What exactly was communicated (or not communicated) between the various intelligence agencies and executive branch in the months leading up to 9/11? How did Osama bin Laden spend the last ten years of his life? What scars remain from that horrific day? All this and more answered in this episode.
In Episode #39 dreht sich alles um Scheren und Messer. Wir sind nämlich thematisch im Friseurgewerbe angekommen. Ich habe mich mit Gunnar Thomsen von Meister Thomsens Kapperei getroffen. Er ist nicht nur ein sehr guter und angesagter Friseur, sondern dazu auch ein guter Freund. Wie schafft man es einen gutlaufenden und stylischen Laden in Münster zu etablieren? Wie geht man mit persönlichen Schicksalen um und behält dabei den Kopf über Wasser? Wir haben uns sehr auf der persönlichen Ebene getroffen. Warum? Weil wir Freunde sind. Hört gerne mal rein. Wir freuen uns drüber. Warum Gunnar ein Doppelleben als Gunnar und Meister führt, was man unter kapperesieren versteht, warum Gunnar wie ein Imbiss roch und was sein Geheimnis im Umgang mit Menschen ist, erfahrt ihr nur in dieser Episode des ESKALIERT PODCAST, produziert von STUDIO ESKALIERT. Supporter: Mein heutiger Supporter ist die LVM — Mit über 600 Kolleginnen und Kollegen macht die IT@LVM das Versicherungsunternehmen fit für die digitale Zukunft. Dabei setzen sie konsequent auf selbstentwickelte Lösungen, auf die neuesten Technologien und auf intensive Teamarbeit. Zukunft entsteht gemeinsam: Hier seid ihr von Anfang an dabei, wenn etwas Neues entsteht - und umgesetzt wird. Tradition trifft Moderne! Karriere mit der IT@LVM: Hier geht's zum Karriereportal. Timestamps: (4:54) Intro (5:09) PLOP! (7:03) Meister Thomsen (8:14) Unsere erste Begegnung (14:13) Selbst und ständig (18:07) Akademische Laufbahn (20:46) Der Flummi (24:38) Die Kapperei (30:42) Daily Soap (37:39) Immer gut drauf? (39:42) Kapperesieren (46:33) Empathie ist schmerzhaft (57:13) Oder-Fragen (1:02:22) Eskalationspotenzial Community: Ich freue mich über euer Feedback, eure Kritik und Anregungen. Natürlich freue ich mich auch über positive Bewertungen und Abos auf den Streaming Plattformen. Subscribe: Spotify Apple Google SoundCloud Deezer STUDIO ESKALIERT im Web: Website | Instagram
Pete and Scott are back for Episode 3 of their new show End of the Empire. In this episode, the two discuss Scott's debate at the Soho Forum against neoconservative Bill Kristol. They get into Scott's experience before, during and after the debate. And they discuss some of the points Scott wishes he had been able to bring up. Discussed on the show: Andrew Cockburn 1981 book The Threat Peter Arnett's interview with bin Laden Scott's interview with Coleen Rowley “The Other Afghan Women” (New Yorker) Endgame by Scott Ritter Wilson's War by Jim Powell Podcast Feeds: iTunes Spotify Amazon Stitcher iHeartRadio playerfm podcastaddict
Der Erfolg der #emobility steht und fällt mit der Lade-Infrastruktur. Angesichts der immer stärkeren Zulassungszahlen von Elektroautos, sind gerade hier die Versorger gefragt und bauen ihre Netze in einer noch nie da gewesenen Geschwindigkeit aus. Aber selbst bestehende Anlagen und Plattformen können optimiert werden!Das junge Smart-Grid-Unternehmen gridX zeigt genau das! In Kooperation mit E.ON entwickelte gridX eine innovative Technologie, die es ermöglicht, historische Ladedaten und Kundengewohnheiten automatisiert in die Ladeprozesse von Elektrofahrzeugen einzubeziehen und diese somit weiter zu optimieren.gridX stattete einen Bürostandort des Essener Konzerns E.ON bereits im vergangenen Jahr mit dynamischem Lastmanagement aus, welches nun mithilfe von künstlicher Intelligenz auf das nächste Level gehoben wird. Erste Testresultate zeigen, dass mit Hilfe des KI-basierten dynamischen Lastmanagements bis zu 30 Prozent mehr Energie für das Laden von Elektrofahrzeugen zur Verfügung gestellt werden kann – dadurch lässt sich die Anzahl der Ladepunkte an einem Standort ohne Netzausbau nahezu verdoppeln.Wir unterhalten uns mit den beiden Gründern, Andreas Booke and David Balensiefen, die uns einen Einblick in ihr Startup, aber auch ihre ganz persoenliche Entwicklung geben!Unsere allgemeinen Datenschutzrichtlinien finden Sie unter https://art19.com/privacy. Die Datenschutzrichtlinien für Kalifornien sind unter https://art19.com/privacy#do-not-sell-my-info abrufbar.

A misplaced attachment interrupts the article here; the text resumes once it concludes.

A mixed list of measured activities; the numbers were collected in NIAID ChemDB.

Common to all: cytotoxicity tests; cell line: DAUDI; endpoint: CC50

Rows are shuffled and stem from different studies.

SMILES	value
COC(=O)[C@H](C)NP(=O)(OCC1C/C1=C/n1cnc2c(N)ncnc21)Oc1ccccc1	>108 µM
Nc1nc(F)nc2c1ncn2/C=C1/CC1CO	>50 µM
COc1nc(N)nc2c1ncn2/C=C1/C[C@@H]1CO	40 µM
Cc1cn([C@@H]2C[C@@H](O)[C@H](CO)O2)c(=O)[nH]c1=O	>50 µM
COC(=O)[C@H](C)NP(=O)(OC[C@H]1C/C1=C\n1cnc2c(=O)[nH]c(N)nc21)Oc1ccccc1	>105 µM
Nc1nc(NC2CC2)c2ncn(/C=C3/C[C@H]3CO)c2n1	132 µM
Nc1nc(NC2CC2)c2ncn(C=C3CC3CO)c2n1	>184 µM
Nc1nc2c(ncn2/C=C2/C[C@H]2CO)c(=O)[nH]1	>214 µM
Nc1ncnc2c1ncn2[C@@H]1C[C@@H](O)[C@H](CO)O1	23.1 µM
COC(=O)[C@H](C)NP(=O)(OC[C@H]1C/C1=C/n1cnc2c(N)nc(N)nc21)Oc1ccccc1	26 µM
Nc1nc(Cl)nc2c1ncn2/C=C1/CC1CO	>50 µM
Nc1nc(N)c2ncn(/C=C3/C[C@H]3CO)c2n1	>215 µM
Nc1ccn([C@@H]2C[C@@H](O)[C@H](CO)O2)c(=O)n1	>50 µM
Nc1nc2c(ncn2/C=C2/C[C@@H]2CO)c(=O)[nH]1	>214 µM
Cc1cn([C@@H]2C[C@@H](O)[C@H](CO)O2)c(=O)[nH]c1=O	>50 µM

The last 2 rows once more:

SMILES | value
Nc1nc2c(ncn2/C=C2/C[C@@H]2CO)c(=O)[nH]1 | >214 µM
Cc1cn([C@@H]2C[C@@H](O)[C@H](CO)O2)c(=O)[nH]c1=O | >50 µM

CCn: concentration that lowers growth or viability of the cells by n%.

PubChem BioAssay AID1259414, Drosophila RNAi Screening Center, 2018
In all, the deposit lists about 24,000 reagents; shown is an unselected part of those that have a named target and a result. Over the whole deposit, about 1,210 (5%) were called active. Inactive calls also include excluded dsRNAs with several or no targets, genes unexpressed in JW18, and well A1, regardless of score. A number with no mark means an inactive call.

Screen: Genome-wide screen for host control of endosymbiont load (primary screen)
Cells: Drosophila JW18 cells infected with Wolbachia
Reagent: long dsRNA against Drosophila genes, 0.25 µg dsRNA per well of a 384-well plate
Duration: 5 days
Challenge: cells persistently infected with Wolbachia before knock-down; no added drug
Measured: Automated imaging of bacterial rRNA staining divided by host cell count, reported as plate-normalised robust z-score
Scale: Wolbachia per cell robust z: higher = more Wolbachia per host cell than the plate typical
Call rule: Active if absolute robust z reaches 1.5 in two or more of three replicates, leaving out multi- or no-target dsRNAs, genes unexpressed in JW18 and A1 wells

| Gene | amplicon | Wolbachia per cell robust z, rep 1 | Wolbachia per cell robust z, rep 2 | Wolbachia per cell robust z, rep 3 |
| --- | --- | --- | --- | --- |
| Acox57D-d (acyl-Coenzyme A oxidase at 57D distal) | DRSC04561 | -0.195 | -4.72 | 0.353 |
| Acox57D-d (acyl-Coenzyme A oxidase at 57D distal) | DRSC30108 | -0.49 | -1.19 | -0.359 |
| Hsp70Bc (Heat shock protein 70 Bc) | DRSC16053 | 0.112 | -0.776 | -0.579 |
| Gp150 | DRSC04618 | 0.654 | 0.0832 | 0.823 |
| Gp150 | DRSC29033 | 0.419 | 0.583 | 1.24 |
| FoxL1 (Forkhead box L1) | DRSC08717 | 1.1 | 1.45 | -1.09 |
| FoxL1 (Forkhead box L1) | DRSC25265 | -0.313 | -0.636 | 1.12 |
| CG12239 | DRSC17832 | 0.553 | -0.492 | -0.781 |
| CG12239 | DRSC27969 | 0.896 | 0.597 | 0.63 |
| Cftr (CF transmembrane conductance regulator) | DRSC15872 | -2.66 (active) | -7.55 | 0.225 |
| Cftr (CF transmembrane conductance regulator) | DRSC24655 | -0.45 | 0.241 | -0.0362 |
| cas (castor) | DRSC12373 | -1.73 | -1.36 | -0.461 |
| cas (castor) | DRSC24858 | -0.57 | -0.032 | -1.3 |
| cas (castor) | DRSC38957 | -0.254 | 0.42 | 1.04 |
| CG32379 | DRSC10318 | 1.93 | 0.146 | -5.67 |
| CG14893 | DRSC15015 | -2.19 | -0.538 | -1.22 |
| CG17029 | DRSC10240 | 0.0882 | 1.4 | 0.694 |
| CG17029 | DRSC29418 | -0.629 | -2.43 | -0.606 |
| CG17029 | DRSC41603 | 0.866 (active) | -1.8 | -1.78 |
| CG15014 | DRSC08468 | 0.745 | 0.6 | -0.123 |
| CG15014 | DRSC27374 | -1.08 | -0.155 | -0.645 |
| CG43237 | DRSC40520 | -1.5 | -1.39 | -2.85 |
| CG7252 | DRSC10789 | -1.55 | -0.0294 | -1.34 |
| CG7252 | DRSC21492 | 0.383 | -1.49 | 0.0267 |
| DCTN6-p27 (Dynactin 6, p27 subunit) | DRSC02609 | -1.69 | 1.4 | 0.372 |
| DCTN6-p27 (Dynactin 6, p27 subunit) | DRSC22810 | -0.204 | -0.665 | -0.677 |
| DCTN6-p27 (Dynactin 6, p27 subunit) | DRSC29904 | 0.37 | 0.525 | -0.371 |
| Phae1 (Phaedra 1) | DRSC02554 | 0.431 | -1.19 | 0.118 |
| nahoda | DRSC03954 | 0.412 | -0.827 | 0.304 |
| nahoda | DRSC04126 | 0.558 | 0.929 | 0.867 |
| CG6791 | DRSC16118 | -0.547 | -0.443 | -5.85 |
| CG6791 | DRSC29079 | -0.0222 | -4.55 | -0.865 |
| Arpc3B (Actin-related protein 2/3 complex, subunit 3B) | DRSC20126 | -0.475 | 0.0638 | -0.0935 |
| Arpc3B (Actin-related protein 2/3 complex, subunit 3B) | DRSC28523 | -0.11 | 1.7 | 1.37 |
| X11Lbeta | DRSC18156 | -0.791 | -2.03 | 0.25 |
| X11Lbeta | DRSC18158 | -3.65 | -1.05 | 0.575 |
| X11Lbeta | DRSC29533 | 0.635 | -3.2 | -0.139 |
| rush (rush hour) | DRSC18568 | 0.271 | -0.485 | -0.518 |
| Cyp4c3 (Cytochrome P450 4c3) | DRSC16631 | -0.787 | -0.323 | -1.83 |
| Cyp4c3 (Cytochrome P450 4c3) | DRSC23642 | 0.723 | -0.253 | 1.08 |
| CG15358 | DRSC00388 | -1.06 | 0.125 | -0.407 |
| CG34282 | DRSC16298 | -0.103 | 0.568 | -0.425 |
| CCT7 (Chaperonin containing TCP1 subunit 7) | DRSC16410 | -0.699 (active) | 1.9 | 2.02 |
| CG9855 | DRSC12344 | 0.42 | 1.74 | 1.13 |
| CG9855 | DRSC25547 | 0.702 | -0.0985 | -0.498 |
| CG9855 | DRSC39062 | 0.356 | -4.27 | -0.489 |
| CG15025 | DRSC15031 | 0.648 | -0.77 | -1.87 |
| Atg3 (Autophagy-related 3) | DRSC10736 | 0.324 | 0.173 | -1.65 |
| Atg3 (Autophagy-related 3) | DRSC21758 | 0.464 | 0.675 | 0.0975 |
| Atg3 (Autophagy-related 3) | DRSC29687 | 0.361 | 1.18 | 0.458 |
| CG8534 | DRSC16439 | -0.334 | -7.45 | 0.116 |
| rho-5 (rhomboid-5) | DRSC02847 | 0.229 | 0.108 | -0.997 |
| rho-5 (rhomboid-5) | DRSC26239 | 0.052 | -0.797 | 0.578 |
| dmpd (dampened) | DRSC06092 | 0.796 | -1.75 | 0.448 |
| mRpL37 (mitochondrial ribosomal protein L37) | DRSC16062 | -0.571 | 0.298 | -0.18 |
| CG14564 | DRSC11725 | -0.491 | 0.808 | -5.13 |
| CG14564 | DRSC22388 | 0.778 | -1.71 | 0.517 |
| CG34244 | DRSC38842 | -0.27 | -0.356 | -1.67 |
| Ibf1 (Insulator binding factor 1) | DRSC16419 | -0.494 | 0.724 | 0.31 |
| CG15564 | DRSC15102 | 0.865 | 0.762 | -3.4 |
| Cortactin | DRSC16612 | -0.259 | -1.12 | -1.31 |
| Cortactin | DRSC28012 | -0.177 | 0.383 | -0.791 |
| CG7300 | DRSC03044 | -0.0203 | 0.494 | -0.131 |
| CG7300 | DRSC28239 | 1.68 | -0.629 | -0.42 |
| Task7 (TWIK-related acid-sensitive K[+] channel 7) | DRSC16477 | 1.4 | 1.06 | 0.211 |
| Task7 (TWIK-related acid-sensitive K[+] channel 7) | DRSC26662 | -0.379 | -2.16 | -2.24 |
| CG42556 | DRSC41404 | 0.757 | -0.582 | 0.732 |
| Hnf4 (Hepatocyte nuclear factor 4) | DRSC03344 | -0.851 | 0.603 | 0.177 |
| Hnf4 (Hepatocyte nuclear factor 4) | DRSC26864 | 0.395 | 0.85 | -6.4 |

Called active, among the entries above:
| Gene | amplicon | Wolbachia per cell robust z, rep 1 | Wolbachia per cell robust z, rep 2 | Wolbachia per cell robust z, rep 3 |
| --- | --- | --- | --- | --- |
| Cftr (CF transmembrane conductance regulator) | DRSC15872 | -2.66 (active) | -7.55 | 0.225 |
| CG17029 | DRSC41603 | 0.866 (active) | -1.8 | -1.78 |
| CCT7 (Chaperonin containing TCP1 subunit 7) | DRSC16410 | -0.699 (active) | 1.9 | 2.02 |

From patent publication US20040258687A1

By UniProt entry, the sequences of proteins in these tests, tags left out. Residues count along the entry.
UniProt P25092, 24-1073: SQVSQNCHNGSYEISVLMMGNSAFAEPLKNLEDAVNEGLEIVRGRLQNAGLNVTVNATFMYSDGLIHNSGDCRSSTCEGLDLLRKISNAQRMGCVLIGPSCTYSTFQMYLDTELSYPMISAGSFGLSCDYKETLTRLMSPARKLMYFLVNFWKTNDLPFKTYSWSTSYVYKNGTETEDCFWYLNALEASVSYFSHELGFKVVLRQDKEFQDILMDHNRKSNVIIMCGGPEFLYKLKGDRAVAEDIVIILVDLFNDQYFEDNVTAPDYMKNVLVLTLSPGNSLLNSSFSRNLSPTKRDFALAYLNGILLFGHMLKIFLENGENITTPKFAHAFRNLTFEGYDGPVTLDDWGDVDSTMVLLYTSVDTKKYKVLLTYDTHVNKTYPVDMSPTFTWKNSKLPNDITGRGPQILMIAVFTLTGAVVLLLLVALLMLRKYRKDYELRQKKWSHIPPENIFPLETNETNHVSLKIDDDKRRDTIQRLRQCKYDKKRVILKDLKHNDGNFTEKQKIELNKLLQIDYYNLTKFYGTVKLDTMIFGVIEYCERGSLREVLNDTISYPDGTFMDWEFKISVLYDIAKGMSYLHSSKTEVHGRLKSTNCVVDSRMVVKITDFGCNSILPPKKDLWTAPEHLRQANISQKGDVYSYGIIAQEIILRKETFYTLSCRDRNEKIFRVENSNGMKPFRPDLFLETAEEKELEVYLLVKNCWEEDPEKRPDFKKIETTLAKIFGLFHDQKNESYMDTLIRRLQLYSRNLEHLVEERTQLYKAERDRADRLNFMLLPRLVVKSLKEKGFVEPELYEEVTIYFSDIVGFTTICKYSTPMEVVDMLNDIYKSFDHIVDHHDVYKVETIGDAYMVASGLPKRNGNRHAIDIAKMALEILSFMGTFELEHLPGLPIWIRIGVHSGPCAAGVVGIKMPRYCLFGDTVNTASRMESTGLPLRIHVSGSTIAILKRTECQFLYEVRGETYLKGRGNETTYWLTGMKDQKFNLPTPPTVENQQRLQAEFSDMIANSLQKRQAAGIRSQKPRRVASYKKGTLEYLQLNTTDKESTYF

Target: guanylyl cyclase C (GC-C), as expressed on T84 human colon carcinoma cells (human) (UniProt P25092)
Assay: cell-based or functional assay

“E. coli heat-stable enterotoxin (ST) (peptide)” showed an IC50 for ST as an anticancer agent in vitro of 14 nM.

Where and how did al Qaeda spread? As we continue our investigation, we discuss the Black Hawk Down Incident, the first bombing of the World Trade Center, the first few attempts at the detention and assassination of Osama bin Laden and that time leaders of the Taliban had dinner with an oil baron in Sugar Land.
Werner war dieses Mal busy und so musste Tammy den Laden alleine schmeißen. Also rief sie ihren langjährigen Arbeitskollegen Carsten an. In dieser ungewohnten Interviewsituation, lernt man ganz neue Seiten von langen Bekannten kennen.
What do you really know about Osama bin Laden? This week we look at the first 35 years of America's, if not the world's, most infamous terrorist, covering the circumstances of his birth and childhood, his service in the Soviet-Afghan war and how his radical beliefs were shaped by the events and people around him. Also covered is the US' initial reaction to the emergence of bin Laden on their intelligence radars, the negotiation of Afghanistan's national identity after the Soviet withdrawal and the beginnings of the First Persian Gulf War. Part two coming within the next couple days!
Terrorism is the scourge of the era. It is a fearsome symbol conjuring up images of ferocious-looking, bearded men brandishing AK-47s. The media focus on the terrorism of official enemies like Saddam Hussein, bin Laden, and Zarqawi. After they were done away with, new demons appear to justify war and bloat the Pentagon budget. Be afraid of ISIS and Al Qaeda in the Arabian Peninsula. Be afraid of Yemen and Somalia, Pakistan and Afghanistan, Iraq and Syria. Be afraid of all the jihadi groups that have mushroomed all over the Middle East. The notion that the U.S. and its allies engage in terrorism is simply not a topic for discussion. To scrutinize U.S. policy is verboten. The War on Terror goes on and on. Recorded at the University of Colorado.